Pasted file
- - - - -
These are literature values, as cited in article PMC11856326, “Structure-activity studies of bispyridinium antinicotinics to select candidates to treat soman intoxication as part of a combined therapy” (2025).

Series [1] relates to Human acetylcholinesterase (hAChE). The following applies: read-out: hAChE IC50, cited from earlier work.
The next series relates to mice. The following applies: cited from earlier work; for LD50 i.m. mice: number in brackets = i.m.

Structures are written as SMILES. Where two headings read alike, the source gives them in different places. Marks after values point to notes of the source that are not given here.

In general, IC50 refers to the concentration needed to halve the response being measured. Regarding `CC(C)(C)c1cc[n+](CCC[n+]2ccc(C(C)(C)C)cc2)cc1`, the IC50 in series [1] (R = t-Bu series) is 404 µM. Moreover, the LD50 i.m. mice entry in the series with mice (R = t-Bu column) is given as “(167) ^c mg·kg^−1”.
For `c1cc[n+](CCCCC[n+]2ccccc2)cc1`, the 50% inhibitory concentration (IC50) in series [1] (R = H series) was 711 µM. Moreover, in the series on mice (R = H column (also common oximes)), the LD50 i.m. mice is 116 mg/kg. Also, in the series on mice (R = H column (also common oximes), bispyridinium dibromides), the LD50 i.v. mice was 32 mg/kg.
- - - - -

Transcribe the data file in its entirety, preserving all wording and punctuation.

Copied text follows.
These are literature values, as cited in article PMC11856326, “Structure-activity studies of bispyridinium antinicotinics to select candidates to treat soman intoxication as part of a combined therapy” (2025).

Series [1] relates to Human acetylcholinesterase (hAChE). The following applies: read-out: hAChE IC50, cited from earlier work.
The next series relates to mice. The following applies: cited from earlier work; for LD50 i.m. mice: number in brackets = i.m.

Structures are written as SMILES. Where two headings read alike, the source gives them in different places. Marks after values point to notes of the source that are not given here.

In general, IC50 refers to the concentration needed to halve the response being measured. Regarding `CC(C)(C)c1cc[n+](CCC[n+]2ccc(C(C)(C)C)cc2)cc1`, the IC50 in series [1] (R = t-Bu series) is 404 µM. Moreover, the LD50 i.m. mice entry in the series with mice (R = t-Bu column) is given as “(167) ^c mg·kg^−1”.
For `c1cc[n+](CCCCC[n+]2ccccc2)cc1`, the 50% inhibitory concentration (IC50) in series [1] (R = H series) was 711 µM. Moreover, in the series on mice (R = H column (also common oximes)), the LD50 i.m. mice is 116 mg/kg. Also, in the series on mice (R = H column (also common oximes), bispyridinium dibromides), the LD50 i.v. mice was 32 mg/kg.